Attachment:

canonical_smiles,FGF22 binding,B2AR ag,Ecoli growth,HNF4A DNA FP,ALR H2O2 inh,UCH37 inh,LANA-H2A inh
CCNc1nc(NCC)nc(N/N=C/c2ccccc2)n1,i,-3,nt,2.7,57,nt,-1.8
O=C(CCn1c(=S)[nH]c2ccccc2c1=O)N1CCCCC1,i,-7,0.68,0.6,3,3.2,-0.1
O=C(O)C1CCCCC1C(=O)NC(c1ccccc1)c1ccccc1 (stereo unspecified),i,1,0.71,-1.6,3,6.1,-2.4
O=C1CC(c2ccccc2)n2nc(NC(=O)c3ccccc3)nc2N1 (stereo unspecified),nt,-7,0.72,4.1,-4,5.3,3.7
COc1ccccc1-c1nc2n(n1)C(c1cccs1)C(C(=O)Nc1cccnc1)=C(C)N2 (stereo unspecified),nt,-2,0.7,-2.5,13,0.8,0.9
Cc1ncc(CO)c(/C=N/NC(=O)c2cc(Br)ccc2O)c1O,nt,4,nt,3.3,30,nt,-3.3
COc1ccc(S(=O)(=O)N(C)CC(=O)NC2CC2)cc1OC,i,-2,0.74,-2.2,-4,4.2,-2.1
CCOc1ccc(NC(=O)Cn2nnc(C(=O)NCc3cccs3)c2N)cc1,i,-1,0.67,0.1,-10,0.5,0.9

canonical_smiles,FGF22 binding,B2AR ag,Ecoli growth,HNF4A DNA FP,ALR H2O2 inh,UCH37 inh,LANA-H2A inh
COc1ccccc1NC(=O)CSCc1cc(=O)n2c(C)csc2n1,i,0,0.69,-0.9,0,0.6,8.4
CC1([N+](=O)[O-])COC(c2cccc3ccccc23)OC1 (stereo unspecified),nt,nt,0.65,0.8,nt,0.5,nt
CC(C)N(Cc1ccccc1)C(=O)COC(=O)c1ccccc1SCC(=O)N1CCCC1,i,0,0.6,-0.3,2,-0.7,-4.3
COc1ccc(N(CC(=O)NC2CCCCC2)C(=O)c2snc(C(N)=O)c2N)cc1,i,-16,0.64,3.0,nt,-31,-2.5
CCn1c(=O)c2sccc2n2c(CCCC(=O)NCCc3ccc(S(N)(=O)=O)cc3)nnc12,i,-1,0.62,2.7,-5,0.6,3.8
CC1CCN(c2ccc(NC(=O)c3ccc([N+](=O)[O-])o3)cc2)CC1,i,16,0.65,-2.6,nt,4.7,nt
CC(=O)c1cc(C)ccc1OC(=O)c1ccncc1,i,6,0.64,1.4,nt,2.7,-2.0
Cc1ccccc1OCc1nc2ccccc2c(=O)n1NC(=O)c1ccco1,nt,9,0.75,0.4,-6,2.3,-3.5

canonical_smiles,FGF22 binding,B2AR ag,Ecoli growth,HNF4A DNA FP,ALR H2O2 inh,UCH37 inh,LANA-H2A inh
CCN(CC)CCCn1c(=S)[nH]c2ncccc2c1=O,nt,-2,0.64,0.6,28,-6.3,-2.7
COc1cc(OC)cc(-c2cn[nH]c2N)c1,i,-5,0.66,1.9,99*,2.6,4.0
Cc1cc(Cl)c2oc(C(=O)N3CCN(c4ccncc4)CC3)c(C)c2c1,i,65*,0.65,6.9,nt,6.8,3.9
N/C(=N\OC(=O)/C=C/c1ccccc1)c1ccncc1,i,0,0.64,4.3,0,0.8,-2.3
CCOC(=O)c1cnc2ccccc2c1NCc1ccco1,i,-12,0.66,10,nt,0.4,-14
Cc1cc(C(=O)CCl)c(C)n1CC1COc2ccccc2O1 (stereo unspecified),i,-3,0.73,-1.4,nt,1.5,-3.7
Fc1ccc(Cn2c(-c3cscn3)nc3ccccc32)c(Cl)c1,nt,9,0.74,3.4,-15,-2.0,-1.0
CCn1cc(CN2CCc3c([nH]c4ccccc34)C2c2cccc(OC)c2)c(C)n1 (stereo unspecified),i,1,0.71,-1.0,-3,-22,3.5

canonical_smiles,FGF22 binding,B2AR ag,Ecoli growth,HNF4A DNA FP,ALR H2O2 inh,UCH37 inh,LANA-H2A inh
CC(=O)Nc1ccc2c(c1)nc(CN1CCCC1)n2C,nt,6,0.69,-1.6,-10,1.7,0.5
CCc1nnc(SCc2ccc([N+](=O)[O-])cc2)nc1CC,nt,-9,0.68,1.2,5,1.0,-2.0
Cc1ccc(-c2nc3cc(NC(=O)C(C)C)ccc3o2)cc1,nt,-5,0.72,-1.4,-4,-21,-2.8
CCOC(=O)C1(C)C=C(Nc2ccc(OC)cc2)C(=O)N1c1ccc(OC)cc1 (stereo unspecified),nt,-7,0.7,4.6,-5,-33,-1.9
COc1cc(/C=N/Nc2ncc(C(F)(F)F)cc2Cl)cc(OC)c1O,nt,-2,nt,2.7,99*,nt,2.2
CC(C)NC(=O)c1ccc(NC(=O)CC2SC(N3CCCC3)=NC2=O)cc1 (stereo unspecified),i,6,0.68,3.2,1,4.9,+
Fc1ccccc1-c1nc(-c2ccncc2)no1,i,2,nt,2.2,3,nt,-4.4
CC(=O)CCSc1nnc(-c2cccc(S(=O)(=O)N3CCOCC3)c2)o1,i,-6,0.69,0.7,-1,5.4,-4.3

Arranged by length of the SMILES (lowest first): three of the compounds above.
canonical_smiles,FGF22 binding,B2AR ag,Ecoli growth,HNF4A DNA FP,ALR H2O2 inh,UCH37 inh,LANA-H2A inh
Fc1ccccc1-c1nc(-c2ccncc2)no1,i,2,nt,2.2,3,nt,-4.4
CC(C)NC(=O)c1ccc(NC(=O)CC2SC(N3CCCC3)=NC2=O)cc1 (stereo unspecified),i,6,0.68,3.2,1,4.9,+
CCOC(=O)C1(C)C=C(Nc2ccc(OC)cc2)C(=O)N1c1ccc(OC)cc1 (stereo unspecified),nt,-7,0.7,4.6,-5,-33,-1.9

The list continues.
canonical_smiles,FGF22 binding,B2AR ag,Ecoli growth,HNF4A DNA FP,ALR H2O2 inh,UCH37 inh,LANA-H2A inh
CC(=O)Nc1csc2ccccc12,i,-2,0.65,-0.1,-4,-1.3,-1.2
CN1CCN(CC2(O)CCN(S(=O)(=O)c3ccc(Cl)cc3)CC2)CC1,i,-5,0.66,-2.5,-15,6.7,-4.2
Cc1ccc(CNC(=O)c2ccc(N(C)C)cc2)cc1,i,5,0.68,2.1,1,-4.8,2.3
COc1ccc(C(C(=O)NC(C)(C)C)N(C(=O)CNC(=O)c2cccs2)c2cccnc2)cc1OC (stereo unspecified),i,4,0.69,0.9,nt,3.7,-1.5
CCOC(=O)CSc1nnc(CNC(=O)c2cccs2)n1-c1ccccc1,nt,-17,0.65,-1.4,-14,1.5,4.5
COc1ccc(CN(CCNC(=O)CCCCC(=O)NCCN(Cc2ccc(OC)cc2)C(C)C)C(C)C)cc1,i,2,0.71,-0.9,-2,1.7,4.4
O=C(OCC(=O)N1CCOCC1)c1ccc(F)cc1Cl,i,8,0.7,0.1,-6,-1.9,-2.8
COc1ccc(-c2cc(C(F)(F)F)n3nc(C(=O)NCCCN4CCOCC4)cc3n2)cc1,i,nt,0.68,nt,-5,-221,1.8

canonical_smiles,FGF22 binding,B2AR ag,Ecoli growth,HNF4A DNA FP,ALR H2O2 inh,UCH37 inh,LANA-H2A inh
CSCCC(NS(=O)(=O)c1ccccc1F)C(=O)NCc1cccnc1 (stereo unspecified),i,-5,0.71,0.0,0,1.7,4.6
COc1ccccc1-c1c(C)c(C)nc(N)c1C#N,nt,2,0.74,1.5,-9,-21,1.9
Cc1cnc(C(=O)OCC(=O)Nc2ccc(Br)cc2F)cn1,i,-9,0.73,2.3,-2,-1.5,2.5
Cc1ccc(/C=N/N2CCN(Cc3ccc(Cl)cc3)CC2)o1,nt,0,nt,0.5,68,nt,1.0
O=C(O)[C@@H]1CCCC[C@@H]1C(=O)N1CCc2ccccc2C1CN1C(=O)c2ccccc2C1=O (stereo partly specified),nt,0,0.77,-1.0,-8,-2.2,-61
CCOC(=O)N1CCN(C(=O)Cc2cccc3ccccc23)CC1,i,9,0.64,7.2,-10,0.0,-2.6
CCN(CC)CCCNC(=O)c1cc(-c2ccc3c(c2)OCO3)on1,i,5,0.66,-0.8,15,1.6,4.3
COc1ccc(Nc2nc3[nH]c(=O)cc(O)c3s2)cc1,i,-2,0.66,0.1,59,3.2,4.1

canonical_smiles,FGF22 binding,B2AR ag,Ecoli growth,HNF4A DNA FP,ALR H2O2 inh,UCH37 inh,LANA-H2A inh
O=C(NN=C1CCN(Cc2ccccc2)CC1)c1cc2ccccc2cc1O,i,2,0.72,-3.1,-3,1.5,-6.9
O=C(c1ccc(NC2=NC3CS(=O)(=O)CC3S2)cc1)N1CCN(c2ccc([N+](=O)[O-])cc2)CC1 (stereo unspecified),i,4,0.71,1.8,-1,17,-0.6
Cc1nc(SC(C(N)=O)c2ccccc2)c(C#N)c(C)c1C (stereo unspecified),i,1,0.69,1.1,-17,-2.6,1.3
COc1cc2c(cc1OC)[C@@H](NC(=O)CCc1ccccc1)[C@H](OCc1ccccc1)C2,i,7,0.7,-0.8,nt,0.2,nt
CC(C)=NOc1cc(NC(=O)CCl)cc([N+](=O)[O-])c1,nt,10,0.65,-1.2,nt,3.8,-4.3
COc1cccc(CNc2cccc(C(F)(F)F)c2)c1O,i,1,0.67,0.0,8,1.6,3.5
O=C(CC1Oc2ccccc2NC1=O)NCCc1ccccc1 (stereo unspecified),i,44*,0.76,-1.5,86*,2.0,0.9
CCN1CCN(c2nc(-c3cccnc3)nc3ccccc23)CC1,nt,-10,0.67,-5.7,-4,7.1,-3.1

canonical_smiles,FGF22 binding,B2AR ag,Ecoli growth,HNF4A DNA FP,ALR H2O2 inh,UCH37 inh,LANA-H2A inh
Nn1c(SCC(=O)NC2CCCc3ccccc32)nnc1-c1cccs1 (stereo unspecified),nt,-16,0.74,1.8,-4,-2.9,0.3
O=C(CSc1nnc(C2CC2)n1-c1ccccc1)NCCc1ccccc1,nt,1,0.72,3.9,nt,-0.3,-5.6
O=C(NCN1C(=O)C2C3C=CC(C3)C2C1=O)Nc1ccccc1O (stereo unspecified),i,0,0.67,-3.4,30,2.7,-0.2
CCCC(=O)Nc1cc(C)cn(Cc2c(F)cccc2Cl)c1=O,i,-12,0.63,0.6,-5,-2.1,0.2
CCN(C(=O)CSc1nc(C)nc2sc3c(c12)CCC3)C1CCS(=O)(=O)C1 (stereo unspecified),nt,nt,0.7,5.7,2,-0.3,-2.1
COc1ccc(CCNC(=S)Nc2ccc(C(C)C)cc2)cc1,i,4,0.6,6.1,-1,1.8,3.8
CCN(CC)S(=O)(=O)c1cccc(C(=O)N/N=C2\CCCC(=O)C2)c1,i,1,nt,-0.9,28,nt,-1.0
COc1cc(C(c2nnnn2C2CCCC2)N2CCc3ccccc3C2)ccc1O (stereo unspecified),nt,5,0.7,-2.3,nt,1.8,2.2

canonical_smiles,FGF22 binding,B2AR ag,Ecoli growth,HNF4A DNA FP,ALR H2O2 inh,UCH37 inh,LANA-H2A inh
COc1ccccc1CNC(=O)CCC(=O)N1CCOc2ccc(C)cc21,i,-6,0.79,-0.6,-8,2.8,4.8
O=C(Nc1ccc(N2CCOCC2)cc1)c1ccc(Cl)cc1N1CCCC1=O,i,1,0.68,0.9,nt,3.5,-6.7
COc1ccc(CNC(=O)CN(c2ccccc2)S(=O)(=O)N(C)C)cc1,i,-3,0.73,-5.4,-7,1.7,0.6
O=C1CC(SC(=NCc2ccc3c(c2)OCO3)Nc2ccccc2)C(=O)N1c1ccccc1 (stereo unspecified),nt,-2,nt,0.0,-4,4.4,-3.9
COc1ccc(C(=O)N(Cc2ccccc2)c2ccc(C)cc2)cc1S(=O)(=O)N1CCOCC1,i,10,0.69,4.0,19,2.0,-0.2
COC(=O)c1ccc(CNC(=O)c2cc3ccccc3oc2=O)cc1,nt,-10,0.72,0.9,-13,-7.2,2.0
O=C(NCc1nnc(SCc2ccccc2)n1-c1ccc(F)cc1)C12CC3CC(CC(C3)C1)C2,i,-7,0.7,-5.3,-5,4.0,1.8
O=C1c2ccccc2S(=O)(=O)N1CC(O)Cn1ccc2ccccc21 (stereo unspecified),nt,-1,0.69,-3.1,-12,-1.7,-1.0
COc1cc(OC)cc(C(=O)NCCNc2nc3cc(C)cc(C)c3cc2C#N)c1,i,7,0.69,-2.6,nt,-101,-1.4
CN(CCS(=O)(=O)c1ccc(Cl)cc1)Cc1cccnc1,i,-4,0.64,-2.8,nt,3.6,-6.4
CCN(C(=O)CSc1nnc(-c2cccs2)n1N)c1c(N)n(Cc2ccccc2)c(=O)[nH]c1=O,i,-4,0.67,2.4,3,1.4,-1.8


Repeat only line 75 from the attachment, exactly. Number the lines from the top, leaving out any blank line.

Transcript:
CCN(C(=O)CSc1nc(C)nc2sc3c(c12)CCC3)C1CCS(=O)(=O)C1 (stereo unspecified),nt,nt,0.7,5.7,2,-0.3,-2.1